This post has cartoons in it. What fun! Credit to LucyDoesLittle for the artwork, follow her nifty comic strips on Instagram

Relatively speaking, the role of Digital Analyst is fairly new, and we are already seeing it evolve over and over again. I recently poured through some digital analytics job titles on job recruitment sites and although most still advertise for ‘Digital Analyst’, I found all sorts of related titles. Here are some fun examples:

  • Digital Insights Manager
  • Data Scientist (Digital)
  • Experimentation and Analytics Analyst
  • Digital Transformation Analyst

The area of digital analytics as a profession is (unsurprisingly) evolving quickly, just like digital in general. There are ever more and more clever ways to analyse the performance of your digital products and channels, leading to optimisation…

… But with an ever-expanding list of desired knowledge and skills being put into the bucket, it can be difficult to focus on everything (or even be good at everything). So when you’re recruiting for a new digital analyst, do you actually know what you want?

I propose the below roles that, if all are co-existing in your digital analytics team, will cover all bases. However, unless you have the resource capacity to do everything, it’s up to the organisation (or maybe you) to decide how to prioritise the make-up of your digital analytics capability by selecting roles, or elements of roles, carefully.

By the way, I’m not precious about the titles, you can call them what you want!


DIGITAL OPTIMISATION MANAGER

digital-optimisation-manager

The strategy-focused overlord

  • Manages the analytics and optimisation function as a whole, ensuring it is; aligned with business goals, using the right tools and best practice, and is quality assured
  • Manages relationships with the wider business and reports to senior leadership
  • Uses influencing skills to ensure that digital analytics is absorbed into the organisation by acting as an evangelist
  • Potentially less hands on with the technical implementation and analysis, but has a strong fundamental knowledge of how it’s done and what’s possible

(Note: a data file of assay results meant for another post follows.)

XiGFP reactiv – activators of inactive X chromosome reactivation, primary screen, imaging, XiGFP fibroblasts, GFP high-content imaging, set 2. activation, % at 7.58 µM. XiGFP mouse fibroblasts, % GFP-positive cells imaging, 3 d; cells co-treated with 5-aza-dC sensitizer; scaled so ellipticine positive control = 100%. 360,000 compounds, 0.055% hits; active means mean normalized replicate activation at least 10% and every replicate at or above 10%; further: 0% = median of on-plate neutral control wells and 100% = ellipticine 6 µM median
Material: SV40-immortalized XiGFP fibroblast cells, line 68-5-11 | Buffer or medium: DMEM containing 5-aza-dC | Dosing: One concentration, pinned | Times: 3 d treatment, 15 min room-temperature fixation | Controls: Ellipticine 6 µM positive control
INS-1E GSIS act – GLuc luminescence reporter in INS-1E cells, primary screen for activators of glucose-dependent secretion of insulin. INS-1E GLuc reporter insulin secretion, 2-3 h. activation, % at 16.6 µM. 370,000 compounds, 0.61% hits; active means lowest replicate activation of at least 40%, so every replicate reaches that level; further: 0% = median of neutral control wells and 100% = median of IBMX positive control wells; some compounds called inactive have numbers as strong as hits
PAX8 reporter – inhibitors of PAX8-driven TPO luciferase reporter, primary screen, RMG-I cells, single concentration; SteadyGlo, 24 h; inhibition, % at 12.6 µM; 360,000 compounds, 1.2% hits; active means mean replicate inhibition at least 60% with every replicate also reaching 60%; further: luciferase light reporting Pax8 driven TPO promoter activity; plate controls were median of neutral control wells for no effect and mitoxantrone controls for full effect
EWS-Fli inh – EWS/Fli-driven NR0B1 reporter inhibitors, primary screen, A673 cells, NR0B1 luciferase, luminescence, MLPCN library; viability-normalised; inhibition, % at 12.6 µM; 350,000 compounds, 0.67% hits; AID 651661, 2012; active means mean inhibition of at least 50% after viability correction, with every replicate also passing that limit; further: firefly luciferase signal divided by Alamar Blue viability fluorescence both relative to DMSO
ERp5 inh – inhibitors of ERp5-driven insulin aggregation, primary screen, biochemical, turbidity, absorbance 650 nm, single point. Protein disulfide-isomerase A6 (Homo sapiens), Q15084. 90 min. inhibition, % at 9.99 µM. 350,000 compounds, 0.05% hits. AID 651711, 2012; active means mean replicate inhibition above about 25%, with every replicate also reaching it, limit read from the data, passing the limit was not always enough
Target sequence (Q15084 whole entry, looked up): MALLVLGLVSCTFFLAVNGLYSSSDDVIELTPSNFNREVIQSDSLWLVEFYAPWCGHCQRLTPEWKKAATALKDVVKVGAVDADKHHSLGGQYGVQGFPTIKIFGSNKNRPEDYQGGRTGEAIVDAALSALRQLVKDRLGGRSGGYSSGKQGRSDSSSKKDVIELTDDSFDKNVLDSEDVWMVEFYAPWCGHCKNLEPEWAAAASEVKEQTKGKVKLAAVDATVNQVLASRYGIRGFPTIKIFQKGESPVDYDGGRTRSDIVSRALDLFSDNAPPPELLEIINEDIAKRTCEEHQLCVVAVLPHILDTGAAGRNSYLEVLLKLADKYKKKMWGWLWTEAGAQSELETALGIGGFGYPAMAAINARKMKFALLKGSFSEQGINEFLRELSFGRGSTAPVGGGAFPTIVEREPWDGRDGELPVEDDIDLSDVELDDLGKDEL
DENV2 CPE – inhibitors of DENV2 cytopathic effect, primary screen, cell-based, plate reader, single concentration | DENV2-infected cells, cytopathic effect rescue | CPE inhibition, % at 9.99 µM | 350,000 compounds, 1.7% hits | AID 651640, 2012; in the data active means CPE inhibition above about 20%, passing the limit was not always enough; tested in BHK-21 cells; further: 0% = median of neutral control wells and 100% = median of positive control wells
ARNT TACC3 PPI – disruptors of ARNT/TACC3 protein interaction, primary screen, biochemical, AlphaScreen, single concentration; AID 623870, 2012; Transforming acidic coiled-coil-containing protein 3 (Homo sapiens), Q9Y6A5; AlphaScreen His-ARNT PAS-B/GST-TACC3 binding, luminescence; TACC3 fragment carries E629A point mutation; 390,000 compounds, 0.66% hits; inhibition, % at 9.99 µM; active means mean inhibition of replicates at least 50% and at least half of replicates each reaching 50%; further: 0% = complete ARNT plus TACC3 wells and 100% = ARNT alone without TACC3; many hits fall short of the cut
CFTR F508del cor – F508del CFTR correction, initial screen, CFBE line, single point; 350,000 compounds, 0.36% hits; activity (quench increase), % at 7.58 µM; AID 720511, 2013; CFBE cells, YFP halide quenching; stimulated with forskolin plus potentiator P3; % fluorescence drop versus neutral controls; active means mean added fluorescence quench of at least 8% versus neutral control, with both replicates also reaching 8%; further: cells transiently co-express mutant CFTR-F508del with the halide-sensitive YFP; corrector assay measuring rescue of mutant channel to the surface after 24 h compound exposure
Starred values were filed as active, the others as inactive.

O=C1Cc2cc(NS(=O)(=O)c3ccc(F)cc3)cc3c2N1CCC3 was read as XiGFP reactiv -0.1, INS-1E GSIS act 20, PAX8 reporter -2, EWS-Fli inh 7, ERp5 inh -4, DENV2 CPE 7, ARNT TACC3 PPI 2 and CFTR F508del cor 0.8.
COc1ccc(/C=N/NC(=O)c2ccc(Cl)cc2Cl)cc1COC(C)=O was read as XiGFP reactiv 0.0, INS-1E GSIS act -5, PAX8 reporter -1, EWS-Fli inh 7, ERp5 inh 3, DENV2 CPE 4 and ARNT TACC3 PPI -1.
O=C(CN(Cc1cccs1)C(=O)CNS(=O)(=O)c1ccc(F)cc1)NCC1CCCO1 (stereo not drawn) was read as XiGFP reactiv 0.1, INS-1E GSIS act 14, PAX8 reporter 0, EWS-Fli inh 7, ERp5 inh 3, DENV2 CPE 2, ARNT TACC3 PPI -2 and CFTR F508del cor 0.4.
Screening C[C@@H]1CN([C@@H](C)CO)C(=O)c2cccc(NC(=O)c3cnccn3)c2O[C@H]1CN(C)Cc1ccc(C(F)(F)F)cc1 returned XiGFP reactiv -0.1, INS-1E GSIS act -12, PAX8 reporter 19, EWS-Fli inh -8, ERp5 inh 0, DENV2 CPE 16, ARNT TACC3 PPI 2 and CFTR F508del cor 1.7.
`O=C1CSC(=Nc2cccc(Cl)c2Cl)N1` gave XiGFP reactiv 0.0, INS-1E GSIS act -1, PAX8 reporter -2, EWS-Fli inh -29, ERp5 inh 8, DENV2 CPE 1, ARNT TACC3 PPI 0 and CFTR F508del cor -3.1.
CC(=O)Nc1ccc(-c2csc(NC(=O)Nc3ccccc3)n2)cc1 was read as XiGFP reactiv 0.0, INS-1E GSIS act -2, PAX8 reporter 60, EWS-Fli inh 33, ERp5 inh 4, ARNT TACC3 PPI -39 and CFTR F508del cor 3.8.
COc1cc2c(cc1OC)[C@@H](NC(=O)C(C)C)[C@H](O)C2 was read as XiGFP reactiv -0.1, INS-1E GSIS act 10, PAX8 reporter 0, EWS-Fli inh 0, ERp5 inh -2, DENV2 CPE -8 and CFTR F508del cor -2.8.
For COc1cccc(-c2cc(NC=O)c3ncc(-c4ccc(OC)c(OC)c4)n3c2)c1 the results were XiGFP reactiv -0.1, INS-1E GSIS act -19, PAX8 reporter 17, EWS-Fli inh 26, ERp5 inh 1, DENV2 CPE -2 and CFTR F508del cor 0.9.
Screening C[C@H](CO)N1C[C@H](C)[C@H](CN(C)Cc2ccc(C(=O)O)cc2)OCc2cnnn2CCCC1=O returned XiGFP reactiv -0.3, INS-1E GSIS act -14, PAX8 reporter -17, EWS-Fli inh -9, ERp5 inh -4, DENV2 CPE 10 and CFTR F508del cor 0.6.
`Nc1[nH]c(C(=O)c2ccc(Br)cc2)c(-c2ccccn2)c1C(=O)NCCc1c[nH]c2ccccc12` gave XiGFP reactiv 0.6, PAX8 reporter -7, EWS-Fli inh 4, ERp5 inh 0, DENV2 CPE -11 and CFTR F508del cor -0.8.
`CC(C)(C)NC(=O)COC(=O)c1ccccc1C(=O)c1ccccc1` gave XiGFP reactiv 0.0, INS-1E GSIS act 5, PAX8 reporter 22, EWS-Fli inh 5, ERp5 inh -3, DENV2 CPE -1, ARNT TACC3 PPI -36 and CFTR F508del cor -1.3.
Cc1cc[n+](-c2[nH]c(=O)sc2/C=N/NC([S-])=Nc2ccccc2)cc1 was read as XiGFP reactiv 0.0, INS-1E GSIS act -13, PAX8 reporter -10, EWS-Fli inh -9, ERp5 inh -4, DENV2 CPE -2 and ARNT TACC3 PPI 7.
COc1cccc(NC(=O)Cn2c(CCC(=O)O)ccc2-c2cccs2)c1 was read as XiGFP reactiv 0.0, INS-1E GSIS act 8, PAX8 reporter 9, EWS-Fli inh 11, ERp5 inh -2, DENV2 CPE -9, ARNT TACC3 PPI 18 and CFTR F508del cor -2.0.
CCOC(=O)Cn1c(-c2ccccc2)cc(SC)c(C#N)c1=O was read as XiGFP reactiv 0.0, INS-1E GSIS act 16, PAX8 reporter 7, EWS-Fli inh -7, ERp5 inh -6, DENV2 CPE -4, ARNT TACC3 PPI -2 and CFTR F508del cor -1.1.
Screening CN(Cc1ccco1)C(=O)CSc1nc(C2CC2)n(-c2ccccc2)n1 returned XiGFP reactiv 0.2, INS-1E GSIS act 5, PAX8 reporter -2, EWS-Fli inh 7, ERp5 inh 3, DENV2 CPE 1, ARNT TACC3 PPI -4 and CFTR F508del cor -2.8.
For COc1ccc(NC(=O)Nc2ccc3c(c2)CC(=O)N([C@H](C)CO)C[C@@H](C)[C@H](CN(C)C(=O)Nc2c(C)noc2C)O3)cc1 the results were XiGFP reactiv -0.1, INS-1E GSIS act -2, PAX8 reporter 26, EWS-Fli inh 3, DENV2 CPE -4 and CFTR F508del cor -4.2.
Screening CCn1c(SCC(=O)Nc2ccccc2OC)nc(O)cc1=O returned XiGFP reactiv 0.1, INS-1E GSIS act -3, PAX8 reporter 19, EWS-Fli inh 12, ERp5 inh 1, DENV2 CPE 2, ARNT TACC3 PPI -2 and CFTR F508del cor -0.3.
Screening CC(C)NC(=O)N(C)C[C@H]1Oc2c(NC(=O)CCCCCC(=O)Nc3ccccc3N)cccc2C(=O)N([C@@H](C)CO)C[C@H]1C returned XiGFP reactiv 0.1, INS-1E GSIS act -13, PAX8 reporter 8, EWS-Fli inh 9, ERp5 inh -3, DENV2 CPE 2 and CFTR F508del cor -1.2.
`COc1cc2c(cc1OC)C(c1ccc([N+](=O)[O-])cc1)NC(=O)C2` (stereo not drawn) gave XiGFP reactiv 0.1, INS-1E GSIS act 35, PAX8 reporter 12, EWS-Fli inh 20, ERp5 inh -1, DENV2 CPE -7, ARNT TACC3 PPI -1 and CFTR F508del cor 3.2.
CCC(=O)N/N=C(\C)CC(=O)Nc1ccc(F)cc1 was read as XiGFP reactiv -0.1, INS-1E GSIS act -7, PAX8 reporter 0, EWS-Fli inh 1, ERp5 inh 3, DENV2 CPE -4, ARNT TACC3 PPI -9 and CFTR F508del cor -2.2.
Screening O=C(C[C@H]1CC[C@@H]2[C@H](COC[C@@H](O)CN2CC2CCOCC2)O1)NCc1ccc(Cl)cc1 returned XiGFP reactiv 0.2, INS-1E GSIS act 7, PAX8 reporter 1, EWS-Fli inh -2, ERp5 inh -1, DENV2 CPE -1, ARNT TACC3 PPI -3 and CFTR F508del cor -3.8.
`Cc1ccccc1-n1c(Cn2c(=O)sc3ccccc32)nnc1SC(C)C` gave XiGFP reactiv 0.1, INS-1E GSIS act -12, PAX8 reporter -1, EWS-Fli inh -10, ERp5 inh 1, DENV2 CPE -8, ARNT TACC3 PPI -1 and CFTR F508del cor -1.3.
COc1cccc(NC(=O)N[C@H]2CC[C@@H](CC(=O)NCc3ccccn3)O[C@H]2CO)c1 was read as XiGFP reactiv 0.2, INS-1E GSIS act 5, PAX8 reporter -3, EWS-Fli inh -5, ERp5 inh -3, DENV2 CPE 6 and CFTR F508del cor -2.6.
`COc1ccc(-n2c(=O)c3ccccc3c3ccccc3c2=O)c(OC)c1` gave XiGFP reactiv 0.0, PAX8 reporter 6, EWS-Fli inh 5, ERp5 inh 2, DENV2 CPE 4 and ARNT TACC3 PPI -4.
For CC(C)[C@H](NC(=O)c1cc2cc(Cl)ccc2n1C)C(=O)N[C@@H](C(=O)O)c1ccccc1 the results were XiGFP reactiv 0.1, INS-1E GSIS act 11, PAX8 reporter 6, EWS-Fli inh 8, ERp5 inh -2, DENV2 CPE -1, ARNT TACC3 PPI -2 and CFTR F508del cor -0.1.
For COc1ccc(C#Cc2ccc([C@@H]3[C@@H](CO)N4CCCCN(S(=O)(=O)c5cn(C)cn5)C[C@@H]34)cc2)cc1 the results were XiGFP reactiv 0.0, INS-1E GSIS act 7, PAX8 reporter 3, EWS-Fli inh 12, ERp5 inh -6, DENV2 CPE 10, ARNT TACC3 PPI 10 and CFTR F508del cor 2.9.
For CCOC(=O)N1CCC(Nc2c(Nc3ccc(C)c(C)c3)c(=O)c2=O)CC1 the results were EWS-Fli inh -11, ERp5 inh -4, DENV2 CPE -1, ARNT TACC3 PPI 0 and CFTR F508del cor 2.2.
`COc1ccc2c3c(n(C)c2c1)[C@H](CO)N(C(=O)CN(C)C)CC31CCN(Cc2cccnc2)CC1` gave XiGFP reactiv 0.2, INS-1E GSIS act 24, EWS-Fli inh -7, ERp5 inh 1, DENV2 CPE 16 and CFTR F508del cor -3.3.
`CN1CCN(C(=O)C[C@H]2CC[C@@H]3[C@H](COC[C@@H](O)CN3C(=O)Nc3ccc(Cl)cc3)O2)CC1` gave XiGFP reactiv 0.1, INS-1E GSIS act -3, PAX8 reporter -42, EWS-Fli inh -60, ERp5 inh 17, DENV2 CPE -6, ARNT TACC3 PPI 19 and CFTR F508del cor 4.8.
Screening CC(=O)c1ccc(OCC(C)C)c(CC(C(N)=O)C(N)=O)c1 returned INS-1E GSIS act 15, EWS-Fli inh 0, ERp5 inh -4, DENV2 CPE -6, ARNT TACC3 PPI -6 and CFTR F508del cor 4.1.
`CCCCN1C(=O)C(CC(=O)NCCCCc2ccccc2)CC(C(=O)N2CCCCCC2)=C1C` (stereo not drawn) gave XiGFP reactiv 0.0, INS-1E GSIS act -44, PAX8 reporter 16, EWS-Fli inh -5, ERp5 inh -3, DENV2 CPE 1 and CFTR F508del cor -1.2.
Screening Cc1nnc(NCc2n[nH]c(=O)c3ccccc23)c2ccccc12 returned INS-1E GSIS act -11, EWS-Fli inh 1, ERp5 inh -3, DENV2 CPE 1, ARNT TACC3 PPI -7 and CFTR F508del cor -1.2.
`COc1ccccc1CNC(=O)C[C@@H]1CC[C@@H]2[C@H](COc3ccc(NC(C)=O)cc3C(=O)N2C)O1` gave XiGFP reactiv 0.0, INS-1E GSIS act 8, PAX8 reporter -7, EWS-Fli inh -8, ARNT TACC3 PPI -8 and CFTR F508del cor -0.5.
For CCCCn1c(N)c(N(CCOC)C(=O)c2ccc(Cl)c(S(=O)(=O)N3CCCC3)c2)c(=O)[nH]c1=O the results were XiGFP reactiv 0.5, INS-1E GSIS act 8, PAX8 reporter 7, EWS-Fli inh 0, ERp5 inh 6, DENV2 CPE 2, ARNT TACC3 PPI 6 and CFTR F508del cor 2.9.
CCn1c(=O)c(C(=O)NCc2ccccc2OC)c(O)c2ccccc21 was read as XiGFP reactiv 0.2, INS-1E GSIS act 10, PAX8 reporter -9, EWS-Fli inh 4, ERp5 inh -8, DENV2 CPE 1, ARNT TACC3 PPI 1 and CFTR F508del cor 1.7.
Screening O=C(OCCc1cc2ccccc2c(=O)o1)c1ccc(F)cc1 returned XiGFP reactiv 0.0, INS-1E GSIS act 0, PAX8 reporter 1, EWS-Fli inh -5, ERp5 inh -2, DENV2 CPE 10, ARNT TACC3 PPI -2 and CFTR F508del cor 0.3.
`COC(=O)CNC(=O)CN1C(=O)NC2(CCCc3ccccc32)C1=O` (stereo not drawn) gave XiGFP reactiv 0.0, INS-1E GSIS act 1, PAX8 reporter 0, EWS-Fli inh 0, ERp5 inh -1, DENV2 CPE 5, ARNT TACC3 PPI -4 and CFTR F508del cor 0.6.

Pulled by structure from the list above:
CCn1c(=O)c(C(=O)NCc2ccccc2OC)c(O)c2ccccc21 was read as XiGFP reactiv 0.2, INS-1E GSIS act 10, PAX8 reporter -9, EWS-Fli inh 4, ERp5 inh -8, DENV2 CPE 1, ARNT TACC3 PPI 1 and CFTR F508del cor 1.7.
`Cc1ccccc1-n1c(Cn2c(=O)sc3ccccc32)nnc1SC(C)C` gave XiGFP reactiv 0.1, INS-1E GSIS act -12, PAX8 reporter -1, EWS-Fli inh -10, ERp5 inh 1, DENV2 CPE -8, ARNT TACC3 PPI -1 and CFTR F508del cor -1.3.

• Probably does a lot of the things I talked about in a previous post

DIGITAL ANALYST

digital-analyst.png

The digital data know-it-all

  • Management and implementation of measurement for regular reporting and campaign/project reporting, including the development of KPIs
  • Hands on investigation and testing (A/B and MVT) of digital products and channels through a variety of tools to understand optimisation opportunities
  • Ability to use more common analysis tools for deep dive analysis, e.g. Web analytics platforms, MS Excel
  • Works closely with other teams/colleagues to ensure they are trained, data-led and have the data required from the realms of digital
  • Expert in communicating data to all types of stakeholders using various techniques, including data visualisation

DIGITAL DATA SCIENTIST

data-scientist

The numbers freak-of-nature

  • A very technical and statistical maths genius that can use complex trends analysis, segmentation and forecasting techniques on big data
  • Spends a lot of time modeling with data to generate those hard-to-reach insights
  • Knows something like R, Python, SQL and/or uses statistical tools like SPSS

Thinking of becoming a Data Scientist? Check this out – they were voted number one job to go for in 2017.


The digital analytics roles of 2017 require skills across both business and technical domains. The above roles give you a good spread of skills, but in their differing nature I would argue it’s very difficult to find all three skill sets in one person.

REMEMBER! One person can fulfill more than one role, or you might want multiple people for one role type.

What do you think?

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